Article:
Finn’s quality education. And since in my Sunday school, papists like my
grandpa were going to burn forever because they never got “born again,” I’m
glad Finn’s guys and gals get “born again” too. At bottom, his people are my
people, and I wish them the same shot at heaven my adolescent Billy Graham
experience guarantees my reprobate ass. Which is to say that this literature
with power chords addresses not only the crucial matter of vanishing
bohemias as cultural myth but also the crucial matter of re-emerging
spiritualities as cultural fact. From “Lord to be 17 forever” to “Lord to be
33 forever” is a long road, and Finn is old enough now to know it keeps
getting longer—and to spread the living gospel that 33 is too good to throw
away on myths. A MINUS

Download “Stevie Nix” (MP3)

KINGS OF LEON

Aha Shake Heartbreak

(RCA)

There’s an early-Stones feel here it would be perverse to deny: 12 songs
in 36 minutes, each with an indelible identiriff and its own seductive
rhythmic shape. Caleb Hollowill’s slippery wiles recall Jagger’s without
grasping Jagger’s gift for the pungent phrase. That Hollowill avoids
cock-rock clichés hardly means he’s come to terms with the jezebels
who were driving backsliding Southern boys past their intellectual limits
long before Elvis paid Mr. Phillips to record his love song to Gladys. B
PLUS

View “The Bucket” (Windows Media)

LYRICS BORN

Same !@#$ Different Day

(Quannum Projects)

Unlike most remix albums, not a fanbase-only ripoff. None of the eight
remakes is inferior to the Later That Day . . . version; Evidence and
KRS-One’s “Pack It Up” and a funked-up “Hello” constitute clear
improvements, “Do That There” piles on ridiculous rhyme, and the standout “I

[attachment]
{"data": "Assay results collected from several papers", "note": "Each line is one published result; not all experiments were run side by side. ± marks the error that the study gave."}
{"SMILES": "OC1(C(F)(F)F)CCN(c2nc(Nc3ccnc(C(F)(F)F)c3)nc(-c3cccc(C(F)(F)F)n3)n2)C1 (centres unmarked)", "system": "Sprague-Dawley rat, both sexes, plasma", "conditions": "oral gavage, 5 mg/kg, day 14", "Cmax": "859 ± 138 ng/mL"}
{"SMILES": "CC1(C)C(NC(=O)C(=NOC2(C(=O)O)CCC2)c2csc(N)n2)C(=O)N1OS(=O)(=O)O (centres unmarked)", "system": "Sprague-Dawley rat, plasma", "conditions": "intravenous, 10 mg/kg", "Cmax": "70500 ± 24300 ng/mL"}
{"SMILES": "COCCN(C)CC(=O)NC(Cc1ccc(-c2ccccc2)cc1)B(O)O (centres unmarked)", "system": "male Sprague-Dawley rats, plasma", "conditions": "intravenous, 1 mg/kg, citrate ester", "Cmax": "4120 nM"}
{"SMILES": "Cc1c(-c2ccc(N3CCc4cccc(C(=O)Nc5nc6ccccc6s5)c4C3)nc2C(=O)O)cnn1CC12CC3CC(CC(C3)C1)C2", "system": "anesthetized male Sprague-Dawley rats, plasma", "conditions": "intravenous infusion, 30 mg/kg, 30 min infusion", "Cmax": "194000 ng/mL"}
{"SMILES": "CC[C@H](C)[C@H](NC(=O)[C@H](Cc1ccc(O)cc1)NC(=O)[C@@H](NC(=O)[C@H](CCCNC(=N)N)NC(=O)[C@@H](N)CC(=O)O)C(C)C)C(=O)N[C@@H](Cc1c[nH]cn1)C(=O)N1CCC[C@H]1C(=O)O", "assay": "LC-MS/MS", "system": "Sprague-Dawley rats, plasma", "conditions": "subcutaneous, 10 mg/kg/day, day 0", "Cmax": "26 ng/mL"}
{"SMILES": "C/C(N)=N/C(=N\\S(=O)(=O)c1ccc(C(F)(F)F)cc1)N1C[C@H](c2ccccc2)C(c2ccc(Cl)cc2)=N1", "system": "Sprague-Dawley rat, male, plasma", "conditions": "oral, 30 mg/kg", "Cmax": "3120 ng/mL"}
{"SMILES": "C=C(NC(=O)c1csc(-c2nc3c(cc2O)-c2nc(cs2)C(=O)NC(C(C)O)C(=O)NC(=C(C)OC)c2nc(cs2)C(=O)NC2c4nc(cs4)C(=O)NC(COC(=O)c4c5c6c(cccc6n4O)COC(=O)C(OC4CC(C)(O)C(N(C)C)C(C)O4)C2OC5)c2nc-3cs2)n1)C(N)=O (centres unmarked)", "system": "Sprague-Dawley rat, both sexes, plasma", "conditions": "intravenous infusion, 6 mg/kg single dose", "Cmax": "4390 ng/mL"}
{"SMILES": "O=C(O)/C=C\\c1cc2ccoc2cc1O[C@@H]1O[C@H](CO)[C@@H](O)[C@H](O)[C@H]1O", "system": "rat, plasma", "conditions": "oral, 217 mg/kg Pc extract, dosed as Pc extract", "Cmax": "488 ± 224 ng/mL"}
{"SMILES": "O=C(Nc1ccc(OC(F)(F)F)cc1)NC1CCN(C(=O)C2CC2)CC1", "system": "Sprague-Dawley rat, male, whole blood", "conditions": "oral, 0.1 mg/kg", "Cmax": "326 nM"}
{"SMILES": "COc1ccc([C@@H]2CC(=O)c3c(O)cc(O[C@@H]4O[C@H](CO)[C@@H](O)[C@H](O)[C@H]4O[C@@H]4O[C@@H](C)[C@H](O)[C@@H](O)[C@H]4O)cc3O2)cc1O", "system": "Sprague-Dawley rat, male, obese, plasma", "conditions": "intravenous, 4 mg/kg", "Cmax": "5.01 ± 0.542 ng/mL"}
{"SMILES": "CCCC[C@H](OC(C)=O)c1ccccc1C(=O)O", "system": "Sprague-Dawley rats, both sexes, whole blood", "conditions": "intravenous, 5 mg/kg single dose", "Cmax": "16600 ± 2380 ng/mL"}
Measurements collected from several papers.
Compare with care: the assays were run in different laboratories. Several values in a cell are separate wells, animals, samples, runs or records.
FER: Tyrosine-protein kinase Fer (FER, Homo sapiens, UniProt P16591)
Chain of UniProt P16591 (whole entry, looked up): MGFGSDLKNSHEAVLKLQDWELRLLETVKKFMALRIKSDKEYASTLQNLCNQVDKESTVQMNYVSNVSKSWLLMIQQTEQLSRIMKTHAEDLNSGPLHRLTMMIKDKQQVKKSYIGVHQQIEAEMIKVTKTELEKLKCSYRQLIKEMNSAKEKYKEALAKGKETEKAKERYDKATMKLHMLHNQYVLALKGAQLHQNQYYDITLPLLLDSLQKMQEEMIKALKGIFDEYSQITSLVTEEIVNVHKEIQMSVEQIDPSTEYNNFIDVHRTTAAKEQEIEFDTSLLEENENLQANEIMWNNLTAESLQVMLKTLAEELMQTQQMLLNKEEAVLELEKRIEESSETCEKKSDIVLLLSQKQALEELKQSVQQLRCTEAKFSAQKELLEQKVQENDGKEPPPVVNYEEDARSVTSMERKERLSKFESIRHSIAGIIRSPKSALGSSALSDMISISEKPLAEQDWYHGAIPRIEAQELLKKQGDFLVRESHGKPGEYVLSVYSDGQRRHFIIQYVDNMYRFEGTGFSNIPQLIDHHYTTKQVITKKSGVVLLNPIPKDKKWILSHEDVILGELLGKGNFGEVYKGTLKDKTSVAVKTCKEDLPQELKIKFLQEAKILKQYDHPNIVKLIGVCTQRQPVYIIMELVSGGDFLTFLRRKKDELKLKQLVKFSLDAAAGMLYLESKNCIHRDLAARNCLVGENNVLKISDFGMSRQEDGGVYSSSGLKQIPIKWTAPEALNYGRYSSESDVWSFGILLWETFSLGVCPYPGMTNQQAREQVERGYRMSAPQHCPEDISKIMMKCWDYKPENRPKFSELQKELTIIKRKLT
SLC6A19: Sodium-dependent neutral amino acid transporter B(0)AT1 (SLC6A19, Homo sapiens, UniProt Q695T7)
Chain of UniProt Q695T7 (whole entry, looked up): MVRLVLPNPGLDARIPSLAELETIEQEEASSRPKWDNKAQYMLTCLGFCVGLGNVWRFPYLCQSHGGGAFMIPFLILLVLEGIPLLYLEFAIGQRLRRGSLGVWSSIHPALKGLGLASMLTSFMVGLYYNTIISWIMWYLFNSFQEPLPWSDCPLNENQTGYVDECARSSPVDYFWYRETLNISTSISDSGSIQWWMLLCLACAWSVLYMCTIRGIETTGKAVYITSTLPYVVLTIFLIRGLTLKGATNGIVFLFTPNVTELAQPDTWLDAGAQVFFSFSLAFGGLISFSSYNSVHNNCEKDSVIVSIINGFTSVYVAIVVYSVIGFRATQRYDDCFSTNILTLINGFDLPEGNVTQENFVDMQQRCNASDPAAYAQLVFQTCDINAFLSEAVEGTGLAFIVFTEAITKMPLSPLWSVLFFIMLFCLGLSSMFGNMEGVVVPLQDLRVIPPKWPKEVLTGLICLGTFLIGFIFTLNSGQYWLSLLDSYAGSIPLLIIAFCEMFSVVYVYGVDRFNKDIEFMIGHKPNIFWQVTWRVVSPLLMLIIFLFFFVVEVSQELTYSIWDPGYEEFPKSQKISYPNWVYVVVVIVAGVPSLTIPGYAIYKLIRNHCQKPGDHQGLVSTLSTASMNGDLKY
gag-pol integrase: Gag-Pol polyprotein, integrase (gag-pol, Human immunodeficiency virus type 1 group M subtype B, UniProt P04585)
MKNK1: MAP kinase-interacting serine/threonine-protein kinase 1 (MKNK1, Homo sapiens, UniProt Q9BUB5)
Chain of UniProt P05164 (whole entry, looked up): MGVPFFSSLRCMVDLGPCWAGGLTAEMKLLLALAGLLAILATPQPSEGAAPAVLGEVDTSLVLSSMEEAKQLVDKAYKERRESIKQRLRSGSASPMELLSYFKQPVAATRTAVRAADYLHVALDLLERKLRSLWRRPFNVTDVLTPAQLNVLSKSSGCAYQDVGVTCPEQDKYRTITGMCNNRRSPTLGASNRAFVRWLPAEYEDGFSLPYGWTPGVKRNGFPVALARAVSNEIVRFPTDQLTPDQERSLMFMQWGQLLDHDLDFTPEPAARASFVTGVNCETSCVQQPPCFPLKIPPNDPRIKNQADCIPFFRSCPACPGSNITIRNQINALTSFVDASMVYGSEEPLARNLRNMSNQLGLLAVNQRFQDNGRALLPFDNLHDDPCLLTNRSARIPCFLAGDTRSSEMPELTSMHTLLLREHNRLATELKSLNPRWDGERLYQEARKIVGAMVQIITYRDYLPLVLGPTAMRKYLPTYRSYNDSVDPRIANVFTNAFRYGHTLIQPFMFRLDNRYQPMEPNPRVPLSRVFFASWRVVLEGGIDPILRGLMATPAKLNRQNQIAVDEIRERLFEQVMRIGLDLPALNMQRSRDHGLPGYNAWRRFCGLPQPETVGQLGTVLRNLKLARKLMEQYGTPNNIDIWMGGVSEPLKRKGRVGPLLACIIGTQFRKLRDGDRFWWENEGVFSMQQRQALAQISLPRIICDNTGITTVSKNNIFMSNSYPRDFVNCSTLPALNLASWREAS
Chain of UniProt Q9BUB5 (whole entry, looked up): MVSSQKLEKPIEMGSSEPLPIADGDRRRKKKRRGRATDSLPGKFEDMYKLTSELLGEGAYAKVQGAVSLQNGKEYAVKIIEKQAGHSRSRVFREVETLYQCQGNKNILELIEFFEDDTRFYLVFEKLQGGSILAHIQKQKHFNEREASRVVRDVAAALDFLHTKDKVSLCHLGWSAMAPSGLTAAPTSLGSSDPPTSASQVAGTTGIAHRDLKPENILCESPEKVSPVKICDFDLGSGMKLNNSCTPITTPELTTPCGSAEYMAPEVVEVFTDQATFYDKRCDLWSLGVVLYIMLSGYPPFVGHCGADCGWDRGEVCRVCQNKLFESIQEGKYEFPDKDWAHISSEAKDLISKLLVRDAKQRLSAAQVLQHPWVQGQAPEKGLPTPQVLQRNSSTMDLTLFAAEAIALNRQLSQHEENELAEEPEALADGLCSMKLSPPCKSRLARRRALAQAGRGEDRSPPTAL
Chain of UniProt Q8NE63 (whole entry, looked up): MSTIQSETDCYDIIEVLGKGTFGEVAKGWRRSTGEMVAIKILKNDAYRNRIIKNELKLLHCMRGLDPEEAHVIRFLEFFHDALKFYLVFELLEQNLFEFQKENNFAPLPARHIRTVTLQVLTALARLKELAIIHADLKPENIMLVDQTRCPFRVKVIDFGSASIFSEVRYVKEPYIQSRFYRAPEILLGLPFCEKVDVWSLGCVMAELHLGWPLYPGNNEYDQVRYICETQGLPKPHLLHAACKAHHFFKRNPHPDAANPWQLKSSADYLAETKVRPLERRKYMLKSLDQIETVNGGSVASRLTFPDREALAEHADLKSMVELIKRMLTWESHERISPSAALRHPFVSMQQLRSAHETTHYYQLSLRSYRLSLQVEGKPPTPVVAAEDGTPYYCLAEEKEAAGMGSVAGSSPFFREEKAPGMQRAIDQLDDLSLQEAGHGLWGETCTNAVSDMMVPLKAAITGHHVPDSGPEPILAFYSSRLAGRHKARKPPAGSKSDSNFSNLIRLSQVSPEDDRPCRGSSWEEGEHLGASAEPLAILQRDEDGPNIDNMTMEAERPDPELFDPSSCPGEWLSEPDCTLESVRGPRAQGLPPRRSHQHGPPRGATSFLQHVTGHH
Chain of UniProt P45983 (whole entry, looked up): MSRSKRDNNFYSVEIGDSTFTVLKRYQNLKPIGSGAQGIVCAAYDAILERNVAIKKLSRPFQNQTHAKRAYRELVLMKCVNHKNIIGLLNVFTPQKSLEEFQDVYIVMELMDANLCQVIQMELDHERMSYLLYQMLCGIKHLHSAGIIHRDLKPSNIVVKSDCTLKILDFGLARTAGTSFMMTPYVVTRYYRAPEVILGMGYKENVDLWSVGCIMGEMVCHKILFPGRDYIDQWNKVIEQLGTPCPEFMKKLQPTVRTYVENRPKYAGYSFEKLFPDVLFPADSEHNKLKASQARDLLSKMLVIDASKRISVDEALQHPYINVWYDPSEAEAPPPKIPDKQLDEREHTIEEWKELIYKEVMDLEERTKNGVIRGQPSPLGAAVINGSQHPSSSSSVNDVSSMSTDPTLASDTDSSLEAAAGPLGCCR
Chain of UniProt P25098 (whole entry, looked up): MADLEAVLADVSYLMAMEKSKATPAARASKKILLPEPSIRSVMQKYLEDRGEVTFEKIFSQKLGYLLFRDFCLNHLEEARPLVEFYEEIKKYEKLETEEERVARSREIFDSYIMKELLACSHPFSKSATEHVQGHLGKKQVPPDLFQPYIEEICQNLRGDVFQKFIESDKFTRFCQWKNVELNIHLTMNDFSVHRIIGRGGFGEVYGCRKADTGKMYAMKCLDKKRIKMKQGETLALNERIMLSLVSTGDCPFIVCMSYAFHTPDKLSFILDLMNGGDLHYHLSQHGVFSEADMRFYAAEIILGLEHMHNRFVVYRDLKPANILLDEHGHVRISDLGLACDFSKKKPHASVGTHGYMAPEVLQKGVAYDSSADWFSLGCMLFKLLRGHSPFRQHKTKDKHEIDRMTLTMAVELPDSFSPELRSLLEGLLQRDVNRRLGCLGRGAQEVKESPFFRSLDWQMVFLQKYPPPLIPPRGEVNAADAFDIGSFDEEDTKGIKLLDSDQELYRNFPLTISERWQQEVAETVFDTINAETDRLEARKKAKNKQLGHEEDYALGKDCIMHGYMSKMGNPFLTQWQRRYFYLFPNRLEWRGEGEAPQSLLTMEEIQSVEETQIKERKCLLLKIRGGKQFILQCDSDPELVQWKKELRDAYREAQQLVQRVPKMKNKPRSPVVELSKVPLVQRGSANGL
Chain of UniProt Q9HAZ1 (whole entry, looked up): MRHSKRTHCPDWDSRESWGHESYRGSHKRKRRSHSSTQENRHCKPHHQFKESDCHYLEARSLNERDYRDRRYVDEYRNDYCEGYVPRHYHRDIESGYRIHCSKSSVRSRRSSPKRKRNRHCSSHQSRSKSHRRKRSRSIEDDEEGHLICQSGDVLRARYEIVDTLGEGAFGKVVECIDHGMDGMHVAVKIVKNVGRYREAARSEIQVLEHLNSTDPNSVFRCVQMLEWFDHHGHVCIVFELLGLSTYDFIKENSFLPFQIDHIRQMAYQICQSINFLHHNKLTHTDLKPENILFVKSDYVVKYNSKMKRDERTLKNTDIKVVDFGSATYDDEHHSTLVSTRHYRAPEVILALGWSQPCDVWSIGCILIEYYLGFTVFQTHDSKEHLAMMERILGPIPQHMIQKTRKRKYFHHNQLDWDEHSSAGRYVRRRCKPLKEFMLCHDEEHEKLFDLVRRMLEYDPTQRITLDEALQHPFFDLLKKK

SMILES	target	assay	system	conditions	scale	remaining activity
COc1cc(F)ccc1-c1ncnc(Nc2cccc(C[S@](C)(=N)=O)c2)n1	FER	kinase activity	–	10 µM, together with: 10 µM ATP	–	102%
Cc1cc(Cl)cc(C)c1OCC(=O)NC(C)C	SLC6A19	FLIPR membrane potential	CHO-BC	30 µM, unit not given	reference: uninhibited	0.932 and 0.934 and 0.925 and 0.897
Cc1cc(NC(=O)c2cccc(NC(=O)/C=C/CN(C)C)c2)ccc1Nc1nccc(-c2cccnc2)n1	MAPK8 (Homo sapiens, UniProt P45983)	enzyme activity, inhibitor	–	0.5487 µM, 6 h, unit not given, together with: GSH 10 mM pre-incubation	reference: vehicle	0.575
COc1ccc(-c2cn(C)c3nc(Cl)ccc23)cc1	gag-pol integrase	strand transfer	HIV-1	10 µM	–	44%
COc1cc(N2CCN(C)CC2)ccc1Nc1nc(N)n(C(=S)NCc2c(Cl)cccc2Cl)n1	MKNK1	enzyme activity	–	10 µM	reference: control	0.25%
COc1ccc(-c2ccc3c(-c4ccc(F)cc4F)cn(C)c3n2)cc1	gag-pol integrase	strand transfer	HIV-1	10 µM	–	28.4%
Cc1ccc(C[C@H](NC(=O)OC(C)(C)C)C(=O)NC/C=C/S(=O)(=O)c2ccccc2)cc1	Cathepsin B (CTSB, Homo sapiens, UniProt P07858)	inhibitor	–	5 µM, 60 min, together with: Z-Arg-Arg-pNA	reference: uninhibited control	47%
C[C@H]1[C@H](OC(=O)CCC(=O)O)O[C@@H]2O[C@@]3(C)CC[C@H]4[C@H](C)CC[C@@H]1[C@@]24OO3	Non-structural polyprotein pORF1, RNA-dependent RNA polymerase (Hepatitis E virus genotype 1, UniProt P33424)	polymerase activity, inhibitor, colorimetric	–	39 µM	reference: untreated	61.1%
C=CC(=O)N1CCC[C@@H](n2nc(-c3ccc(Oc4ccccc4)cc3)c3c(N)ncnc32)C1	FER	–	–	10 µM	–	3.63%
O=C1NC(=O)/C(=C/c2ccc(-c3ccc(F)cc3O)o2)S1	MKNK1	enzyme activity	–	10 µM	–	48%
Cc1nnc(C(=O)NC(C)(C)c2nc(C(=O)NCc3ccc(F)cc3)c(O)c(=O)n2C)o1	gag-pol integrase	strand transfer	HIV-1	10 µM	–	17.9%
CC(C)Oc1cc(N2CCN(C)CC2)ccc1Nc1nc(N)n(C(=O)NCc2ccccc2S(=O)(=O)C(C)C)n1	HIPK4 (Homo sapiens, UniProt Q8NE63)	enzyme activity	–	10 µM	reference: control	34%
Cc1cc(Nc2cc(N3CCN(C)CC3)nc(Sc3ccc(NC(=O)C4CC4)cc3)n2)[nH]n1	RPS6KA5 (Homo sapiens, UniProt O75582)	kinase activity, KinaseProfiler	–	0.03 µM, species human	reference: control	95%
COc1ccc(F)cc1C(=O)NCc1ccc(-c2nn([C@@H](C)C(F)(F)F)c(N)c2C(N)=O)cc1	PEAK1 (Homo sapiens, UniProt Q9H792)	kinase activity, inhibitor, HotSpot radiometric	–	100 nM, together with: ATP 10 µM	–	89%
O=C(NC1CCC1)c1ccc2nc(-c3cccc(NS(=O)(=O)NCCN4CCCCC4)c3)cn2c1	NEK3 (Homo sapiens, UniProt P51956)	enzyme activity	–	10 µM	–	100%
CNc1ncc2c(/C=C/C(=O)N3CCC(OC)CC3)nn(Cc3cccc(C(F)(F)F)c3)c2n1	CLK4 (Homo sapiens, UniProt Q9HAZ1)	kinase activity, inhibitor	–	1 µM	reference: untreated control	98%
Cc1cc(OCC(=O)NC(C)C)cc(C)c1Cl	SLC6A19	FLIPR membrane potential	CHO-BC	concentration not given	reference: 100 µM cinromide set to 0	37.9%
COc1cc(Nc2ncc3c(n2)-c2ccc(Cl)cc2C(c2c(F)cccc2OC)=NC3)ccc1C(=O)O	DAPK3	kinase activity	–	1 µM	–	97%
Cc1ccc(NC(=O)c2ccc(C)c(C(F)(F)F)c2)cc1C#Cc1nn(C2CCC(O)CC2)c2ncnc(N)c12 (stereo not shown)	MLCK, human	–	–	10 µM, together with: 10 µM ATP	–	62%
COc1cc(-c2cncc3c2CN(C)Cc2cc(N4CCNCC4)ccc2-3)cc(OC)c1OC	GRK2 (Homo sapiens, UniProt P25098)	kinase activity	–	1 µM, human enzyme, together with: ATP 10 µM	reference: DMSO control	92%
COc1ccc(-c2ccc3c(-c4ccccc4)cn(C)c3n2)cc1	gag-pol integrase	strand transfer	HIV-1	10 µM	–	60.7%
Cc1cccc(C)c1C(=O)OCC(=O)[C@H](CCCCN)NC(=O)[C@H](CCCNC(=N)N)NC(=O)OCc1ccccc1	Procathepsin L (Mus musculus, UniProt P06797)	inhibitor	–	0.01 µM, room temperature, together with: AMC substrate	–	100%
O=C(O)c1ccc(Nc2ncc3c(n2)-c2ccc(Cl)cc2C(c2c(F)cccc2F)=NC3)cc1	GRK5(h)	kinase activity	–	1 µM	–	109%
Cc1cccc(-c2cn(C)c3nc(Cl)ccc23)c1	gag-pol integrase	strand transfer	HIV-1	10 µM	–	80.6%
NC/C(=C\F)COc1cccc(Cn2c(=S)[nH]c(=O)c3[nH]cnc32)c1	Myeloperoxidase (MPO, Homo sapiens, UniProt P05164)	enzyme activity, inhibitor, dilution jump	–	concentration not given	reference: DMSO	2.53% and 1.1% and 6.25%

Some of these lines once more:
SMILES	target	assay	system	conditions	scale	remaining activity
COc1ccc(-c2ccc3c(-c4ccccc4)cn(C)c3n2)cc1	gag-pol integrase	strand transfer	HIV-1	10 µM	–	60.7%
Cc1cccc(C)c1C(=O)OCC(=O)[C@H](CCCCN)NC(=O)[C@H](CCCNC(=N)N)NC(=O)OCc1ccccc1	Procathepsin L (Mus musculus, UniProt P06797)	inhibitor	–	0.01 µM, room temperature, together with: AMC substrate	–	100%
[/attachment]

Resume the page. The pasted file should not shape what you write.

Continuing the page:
Changed My Mind” was a 12-inch. Nor is that all—the five new titles include
a Bay Area praisesong, a motormouth “capping” dis, and just one too many
showcases for LB’s quasi-operatic helpmate Joyo Velarde. In short, had
Later That Day . . . come second, you might well prefer this
reinterpretation. A MINUS

Stream “Pack Up (Remix)” feat. Evidence and KRS-One

Stream “I’m Just Raw

THE PONYS

Celebration Castle

(In the Red)

Like so many unpretentious young bands-with-a-knack, the Ponys are
assumed by their contemporaries to bring nothing new to the party even
though their sound is theirs alone—an object lesson in the primacy of
timbre. Their second album isn’t quite as good as their first album because
its hooks are slightly less inescapable, which you can blame on Steve Albini
if you want. But the difference is slight, and other differences are
positive: more momentum, the girls get to sing one, and the Richard Hell guy
sounds as weedy as the Peter Perrett guy, hence more like himself. A
MINUS

Download “Glass Conversation” (MP3)


Dud of the
Month

DEATH FROM ABOVE 1979

You’re a Woman, I’m a Machine

(Vice)

Idon’t get this. We listen to a Snoop or Lil Jon record—I do, anyway—and
say, Yeah, the music is pretty good, but it’s really no fun hearing women
degraded that way, so the hell with those guys. Maybe if the funk is
terrific (Cam’ron, or the new improved—and somewhat more mild-mannered—50)
or the rhymes acute (Jay-Z, Ghostface), we let down our guard and try to
hear how the other half feels. Otherwise no. So why is this tight, intense,
recidivist screech-and-crunch exempted from such complex responses?
Preferring funk to crunch as I do, maybe I’m merely insensible to the
guitars’ siren call. Or maybe its slaves are insensible to misogyny that
stops at cut-and-run man’s-gotta-do you-hurt-me-too, rather than claiming to
control that ‘ho. B MINUS


Additional
Consumer News

Honorable Mention

JOHN PRINE

Fair and Square

(Oh Boy)

“Old Faithful’s just a fountain/Compared to the glory of true love” (“She